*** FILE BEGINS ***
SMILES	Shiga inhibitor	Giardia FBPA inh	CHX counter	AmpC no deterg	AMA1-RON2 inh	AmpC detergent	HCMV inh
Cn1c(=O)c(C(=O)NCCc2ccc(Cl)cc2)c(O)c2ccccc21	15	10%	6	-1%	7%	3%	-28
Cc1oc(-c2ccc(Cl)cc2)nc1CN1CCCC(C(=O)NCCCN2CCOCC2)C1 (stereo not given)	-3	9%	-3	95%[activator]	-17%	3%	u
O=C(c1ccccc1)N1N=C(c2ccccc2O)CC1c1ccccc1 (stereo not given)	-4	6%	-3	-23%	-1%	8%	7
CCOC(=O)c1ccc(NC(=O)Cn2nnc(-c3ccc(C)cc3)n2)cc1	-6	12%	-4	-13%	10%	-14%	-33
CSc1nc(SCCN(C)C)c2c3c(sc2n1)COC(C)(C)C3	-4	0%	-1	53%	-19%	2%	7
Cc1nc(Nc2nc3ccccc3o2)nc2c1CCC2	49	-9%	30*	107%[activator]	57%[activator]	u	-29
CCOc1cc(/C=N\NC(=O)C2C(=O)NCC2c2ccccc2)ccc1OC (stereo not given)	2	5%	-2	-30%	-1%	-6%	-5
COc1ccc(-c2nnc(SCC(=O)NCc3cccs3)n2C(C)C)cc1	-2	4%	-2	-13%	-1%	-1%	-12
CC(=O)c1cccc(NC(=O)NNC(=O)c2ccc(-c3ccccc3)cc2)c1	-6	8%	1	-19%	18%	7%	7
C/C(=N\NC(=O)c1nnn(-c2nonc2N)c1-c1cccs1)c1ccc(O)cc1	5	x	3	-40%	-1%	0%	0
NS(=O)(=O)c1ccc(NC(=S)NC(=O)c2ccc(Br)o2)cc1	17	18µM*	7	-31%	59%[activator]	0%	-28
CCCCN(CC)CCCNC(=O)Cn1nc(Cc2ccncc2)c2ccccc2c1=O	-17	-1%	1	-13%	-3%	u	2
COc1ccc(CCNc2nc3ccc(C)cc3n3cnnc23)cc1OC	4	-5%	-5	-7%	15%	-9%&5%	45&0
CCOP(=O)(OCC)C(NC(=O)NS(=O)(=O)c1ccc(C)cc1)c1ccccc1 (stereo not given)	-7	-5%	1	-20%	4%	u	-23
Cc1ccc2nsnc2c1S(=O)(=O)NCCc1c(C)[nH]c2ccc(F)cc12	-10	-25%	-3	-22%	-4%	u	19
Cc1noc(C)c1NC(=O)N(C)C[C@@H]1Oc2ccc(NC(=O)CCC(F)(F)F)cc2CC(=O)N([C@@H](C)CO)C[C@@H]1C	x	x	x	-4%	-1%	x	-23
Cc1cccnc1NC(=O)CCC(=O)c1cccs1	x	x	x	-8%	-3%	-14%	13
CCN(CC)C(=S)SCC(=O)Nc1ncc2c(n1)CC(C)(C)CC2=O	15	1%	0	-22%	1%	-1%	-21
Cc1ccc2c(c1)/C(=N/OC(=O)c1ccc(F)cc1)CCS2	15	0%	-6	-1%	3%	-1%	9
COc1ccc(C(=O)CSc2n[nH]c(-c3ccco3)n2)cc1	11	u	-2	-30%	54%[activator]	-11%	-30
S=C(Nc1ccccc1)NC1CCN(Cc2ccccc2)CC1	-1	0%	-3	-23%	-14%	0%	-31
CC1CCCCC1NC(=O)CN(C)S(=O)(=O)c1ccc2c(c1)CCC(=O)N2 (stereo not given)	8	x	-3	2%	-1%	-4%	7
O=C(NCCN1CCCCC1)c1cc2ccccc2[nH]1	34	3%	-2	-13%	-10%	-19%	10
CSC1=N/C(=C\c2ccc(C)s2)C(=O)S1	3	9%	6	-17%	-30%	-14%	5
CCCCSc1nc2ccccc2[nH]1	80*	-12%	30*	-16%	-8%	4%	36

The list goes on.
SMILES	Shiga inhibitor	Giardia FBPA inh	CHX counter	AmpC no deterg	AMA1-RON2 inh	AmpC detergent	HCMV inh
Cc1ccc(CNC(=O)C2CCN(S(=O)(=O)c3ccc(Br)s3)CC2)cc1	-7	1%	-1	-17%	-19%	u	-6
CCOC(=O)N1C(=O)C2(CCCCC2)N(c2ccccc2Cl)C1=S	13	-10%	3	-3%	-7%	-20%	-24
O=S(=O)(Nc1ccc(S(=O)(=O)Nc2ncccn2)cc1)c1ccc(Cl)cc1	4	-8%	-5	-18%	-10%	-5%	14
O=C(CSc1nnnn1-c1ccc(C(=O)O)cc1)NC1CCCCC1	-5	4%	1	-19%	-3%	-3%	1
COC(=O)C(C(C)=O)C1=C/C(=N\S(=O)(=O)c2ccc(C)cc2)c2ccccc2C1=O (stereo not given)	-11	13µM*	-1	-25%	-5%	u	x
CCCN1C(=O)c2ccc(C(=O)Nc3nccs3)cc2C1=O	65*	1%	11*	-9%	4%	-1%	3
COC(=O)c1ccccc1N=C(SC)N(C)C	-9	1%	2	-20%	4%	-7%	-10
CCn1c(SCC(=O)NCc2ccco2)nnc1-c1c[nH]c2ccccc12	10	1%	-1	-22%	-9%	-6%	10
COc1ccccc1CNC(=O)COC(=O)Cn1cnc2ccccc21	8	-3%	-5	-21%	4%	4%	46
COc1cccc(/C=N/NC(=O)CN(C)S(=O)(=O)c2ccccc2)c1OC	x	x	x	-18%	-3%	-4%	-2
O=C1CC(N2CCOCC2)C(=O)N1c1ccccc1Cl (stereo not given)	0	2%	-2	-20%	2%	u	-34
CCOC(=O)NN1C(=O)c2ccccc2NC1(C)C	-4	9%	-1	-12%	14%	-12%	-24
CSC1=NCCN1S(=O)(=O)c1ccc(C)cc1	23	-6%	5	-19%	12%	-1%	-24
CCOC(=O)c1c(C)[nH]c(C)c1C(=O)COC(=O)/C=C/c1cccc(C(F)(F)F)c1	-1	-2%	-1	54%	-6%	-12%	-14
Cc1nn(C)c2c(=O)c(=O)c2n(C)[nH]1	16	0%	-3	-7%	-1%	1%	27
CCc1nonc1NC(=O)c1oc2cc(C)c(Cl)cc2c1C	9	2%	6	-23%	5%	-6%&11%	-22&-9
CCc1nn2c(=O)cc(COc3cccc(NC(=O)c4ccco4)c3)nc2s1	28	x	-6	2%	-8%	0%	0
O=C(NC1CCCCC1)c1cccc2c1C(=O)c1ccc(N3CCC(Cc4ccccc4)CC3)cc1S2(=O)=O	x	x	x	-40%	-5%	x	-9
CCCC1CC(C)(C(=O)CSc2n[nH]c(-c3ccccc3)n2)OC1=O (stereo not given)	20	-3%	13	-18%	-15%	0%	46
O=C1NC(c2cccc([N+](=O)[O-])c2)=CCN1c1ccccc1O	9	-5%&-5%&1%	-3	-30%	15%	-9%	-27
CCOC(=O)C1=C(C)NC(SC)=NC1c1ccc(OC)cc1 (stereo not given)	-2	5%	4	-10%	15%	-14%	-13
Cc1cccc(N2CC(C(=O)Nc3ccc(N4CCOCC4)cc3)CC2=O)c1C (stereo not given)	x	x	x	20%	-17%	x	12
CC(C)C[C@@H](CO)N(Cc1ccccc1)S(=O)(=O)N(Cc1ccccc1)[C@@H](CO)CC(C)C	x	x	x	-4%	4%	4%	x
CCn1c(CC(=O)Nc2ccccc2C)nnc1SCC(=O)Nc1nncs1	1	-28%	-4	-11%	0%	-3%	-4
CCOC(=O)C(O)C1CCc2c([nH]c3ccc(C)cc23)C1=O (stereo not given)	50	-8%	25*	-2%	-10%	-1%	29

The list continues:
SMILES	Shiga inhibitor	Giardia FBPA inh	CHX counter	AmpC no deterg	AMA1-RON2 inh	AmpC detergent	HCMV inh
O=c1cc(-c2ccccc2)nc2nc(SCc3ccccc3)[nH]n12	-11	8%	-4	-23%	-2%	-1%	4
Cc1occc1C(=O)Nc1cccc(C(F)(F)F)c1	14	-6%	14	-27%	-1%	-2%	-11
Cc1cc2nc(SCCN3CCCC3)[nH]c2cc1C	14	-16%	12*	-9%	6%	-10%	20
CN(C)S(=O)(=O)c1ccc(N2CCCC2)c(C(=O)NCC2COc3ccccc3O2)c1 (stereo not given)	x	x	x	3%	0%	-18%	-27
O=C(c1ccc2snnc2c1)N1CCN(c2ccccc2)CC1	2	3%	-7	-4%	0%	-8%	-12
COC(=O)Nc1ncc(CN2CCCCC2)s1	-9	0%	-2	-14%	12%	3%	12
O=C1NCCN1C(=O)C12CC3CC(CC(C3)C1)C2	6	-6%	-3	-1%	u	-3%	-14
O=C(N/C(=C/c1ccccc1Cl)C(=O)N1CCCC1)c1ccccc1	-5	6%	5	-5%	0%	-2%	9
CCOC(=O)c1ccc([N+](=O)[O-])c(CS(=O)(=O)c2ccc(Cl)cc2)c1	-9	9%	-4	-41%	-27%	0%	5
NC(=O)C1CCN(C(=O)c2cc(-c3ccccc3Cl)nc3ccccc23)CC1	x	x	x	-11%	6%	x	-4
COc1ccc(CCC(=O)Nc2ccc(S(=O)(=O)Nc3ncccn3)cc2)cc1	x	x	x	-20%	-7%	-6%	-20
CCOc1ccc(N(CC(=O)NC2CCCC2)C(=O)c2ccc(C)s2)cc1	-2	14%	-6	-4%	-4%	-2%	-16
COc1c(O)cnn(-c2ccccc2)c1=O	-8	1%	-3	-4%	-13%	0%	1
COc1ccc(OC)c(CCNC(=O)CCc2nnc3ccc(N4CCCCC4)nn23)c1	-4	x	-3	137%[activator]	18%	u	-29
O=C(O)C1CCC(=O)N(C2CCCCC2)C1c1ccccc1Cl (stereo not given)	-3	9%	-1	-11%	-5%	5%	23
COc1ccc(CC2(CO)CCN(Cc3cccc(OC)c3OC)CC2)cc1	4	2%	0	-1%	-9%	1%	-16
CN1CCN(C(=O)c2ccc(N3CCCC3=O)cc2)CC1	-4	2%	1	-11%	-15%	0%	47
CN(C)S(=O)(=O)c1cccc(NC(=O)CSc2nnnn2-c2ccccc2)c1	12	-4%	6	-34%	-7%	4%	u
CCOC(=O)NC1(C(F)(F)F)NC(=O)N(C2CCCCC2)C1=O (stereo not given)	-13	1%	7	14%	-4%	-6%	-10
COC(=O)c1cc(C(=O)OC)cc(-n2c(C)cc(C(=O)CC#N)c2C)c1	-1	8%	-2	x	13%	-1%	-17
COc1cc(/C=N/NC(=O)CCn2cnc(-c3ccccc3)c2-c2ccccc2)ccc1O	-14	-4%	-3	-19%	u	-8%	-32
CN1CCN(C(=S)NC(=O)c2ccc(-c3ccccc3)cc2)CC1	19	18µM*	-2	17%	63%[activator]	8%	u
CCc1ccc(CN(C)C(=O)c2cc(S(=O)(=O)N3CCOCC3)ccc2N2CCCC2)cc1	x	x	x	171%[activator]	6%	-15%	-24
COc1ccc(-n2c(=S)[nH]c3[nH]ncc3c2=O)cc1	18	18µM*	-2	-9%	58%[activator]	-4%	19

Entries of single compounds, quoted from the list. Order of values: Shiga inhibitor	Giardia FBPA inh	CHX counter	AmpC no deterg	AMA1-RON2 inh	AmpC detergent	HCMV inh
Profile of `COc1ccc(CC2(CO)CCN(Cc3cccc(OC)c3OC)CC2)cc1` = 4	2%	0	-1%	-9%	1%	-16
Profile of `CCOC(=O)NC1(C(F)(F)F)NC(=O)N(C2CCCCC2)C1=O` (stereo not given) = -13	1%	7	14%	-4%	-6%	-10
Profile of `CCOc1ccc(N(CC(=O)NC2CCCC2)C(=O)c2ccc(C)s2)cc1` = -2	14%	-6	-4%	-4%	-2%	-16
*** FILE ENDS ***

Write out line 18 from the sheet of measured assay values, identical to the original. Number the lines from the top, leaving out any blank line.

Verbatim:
Cc1cccnc1NC(=O)CCC(=O)c1cccs1	x	x	x	-8%	-3%	-14%	13